We're always eager for good news about the Philadelphia Orchestra. With finances a severe challenge and community support below where it should be, the orchestra needs it. And so the headline for a New Yorker blog made my heart sing: "Good News for the Philadelphia Orchestra."
What is the good news?
It would seem to be the "confidence and relief" with which the orchestra's president and music director conversed at a press conference before the orchestra's recent Carnegie Hall concert. The writer is also impressed with the orchestra's playing. Beyond that, it turns out, there's no news.
The New Yorker has noticed that the Philadelphia Orchestra is a great ensemble - "...my god, what an orchestra it is..." But that's never been in dispute. During the entire bankruptcy and the years before and since, the quality of the music-making has been uniformly praised. The problem: the organization that exists to support the orchestra has been, says the orchestra's chairman, "undercapitalized."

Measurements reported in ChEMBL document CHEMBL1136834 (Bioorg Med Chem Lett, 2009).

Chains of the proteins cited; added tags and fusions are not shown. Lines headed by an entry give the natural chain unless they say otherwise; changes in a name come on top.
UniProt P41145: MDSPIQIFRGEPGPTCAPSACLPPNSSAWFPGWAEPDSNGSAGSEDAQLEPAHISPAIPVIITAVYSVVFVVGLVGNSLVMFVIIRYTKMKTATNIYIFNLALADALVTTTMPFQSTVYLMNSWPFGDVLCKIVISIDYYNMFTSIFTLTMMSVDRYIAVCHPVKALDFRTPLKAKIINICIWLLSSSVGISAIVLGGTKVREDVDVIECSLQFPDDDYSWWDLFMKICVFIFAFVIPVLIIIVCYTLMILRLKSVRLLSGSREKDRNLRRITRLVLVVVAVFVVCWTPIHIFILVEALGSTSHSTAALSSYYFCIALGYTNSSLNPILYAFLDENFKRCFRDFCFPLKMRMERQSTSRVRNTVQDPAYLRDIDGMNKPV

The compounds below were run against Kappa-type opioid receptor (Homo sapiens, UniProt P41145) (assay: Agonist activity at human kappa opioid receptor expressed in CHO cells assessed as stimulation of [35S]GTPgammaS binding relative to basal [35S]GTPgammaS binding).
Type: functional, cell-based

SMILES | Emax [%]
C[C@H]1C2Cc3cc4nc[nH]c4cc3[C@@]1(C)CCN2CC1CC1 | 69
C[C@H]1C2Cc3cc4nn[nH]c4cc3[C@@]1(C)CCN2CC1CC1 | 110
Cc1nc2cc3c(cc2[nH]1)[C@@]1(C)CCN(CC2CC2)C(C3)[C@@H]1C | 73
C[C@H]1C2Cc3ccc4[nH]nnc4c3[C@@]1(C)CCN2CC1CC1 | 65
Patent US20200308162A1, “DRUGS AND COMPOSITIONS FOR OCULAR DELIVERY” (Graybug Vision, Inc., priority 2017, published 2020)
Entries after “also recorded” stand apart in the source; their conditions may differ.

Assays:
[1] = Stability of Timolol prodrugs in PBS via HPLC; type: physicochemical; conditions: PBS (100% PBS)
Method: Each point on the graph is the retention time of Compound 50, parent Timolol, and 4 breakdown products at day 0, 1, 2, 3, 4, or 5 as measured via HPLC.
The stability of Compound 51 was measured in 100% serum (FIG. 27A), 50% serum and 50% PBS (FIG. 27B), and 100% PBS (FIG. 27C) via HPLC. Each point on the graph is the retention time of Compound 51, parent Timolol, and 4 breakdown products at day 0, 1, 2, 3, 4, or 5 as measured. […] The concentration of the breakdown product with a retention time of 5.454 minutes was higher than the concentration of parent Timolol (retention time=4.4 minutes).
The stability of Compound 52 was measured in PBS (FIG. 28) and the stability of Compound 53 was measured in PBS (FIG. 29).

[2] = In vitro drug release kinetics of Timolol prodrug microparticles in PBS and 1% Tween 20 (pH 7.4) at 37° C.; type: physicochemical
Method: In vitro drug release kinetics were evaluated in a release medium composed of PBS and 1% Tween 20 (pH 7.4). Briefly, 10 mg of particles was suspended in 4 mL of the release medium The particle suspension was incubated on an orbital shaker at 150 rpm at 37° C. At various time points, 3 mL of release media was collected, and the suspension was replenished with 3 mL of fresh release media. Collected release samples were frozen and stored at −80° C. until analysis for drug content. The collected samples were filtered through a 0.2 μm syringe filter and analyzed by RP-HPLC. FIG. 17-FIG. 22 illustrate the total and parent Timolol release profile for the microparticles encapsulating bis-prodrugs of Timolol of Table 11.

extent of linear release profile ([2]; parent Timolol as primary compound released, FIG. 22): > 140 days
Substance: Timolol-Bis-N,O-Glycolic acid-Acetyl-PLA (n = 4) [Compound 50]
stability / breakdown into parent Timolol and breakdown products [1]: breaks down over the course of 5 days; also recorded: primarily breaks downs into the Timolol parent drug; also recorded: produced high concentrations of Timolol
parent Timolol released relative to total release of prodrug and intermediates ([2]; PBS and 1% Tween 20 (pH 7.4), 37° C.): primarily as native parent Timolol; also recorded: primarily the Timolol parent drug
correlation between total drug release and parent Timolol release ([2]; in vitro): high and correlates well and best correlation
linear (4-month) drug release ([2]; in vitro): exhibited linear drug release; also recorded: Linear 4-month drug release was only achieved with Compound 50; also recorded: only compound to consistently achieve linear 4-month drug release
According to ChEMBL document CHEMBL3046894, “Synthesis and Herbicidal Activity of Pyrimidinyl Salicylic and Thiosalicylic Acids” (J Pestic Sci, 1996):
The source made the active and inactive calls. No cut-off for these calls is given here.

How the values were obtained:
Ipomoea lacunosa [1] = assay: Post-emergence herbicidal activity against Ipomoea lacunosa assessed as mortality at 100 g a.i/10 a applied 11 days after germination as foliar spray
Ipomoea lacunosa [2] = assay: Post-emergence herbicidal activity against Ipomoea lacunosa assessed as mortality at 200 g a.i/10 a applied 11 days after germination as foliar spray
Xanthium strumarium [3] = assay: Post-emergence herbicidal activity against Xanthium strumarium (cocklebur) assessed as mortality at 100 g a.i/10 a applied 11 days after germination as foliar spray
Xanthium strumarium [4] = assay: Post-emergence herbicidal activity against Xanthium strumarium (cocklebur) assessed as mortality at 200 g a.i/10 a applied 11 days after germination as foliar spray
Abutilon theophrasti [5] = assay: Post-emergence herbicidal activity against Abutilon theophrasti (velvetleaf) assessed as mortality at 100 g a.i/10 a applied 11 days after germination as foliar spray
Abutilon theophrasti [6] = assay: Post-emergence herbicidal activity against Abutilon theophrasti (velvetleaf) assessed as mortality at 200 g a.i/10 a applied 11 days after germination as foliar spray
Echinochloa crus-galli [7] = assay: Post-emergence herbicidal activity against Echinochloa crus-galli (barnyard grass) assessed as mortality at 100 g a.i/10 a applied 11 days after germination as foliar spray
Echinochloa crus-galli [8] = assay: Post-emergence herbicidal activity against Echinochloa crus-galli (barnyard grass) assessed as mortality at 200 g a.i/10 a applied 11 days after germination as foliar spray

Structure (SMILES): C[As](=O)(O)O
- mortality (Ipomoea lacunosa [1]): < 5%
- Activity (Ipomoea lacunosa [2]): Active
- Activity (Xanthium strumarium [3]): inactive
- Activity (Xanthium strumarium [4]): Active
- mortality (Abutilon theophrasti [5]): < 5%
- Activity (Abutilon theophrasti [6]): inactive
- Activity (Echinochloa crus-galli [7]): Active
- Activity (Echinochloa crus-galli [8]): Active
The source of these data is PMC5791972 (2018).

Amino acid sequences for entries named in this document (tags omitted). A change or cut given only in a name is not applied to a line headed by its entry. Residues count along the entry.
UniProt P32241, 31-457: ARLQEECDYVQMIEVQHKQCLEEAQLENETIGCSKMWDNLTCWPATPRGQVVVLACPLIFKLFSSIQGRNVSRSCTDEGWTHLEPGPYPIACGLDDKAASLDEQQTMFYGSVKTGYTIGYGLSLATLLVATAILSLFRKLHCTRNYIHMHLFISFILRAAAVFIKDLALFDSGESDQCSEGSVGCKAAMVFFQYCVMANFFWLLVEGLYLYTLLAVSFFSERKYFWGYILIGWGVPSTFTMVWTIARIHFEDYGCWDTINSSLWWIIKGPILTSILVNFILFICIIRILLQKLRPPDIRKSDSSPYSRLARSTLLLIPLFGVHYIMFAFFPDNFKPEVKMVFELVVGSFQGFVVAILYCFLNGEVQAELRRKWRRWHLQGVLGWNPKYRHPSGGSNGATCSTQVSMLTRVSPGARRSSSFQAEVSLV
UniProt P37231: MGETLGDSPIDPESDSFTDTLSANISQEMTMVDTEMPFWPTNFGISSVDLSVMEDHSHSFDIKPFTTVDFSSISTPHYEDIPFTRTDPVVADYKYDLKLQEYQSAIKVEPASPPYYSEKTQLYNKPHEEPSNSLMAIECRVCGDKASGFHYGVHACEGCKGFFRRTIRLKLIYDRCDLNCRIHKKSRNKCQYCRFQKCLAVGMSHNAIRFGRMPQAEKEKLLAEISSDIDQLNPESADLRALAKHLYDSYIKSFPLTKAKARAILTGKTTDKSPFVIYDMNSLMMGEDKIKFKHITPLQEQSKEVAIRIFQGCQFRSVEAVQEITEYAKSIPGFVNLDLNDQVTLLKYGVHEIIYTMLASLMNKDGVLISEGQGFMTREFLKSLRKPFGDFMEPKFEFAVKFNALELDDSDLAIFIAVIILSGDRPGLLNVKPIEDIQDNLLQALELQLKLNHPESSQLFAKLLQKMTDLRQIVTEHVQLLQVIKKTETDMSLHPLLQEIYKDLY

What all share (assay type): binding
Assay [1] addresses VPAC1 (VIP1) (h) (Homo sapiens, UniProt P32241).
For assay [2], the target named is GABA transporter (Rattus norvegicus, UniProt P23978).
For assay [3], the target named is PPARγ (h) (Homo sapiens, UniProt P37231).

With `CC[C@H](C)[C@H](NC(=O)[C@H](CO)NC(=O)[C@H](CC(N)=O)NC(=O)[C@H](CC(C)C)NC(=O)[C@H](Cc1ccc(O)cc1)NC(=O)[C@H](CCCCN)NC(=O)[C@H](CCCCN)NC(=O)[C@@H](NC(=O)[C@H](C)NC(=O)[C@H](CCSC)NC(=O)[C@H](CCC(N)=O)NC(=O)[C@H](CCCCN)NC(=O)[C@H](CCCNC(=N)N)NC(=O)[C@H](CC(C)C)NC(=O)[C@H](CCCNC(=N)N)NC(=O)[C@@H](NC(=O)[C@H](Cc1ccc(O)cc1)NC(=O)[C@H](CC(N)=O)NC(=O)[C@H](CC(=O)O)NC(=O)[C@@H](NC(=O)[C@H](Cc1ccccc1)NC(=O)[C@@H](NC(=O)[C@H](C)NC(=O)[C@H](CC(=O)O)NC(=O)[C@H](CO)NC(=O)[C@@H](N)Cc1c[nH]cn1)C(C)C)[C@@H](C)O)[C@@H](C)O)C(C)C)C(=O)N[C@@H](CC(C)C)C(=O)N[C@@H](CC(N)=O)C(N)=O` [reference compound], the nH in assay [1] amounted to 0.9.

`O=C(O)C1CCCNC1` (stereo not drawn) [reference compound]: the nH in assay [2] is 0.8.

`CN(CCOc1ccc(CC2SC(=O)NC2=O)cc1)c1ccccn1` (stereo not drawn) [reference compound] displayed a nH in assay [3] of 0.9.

That continues to be the case. You have to hope that we haven't gone down the road of putting the salvation of the Philadelphia Orchestra on the shoulders of Yannick Nézet-Séguin. No music director can save an orchestra. If he can stimulate ticket sales and donations, that's all to the good. But his core job is music. He can't be successful if the orchestra's entire operation - board and staff - isn't delivering at an extremely high level and having success raising an enormous amount of money - and quickly. The Philadelphia Orchestra, the magazine notes, isn't out of the woods yet. No one can argue with that.
As for the prospect of good news, we're all ears.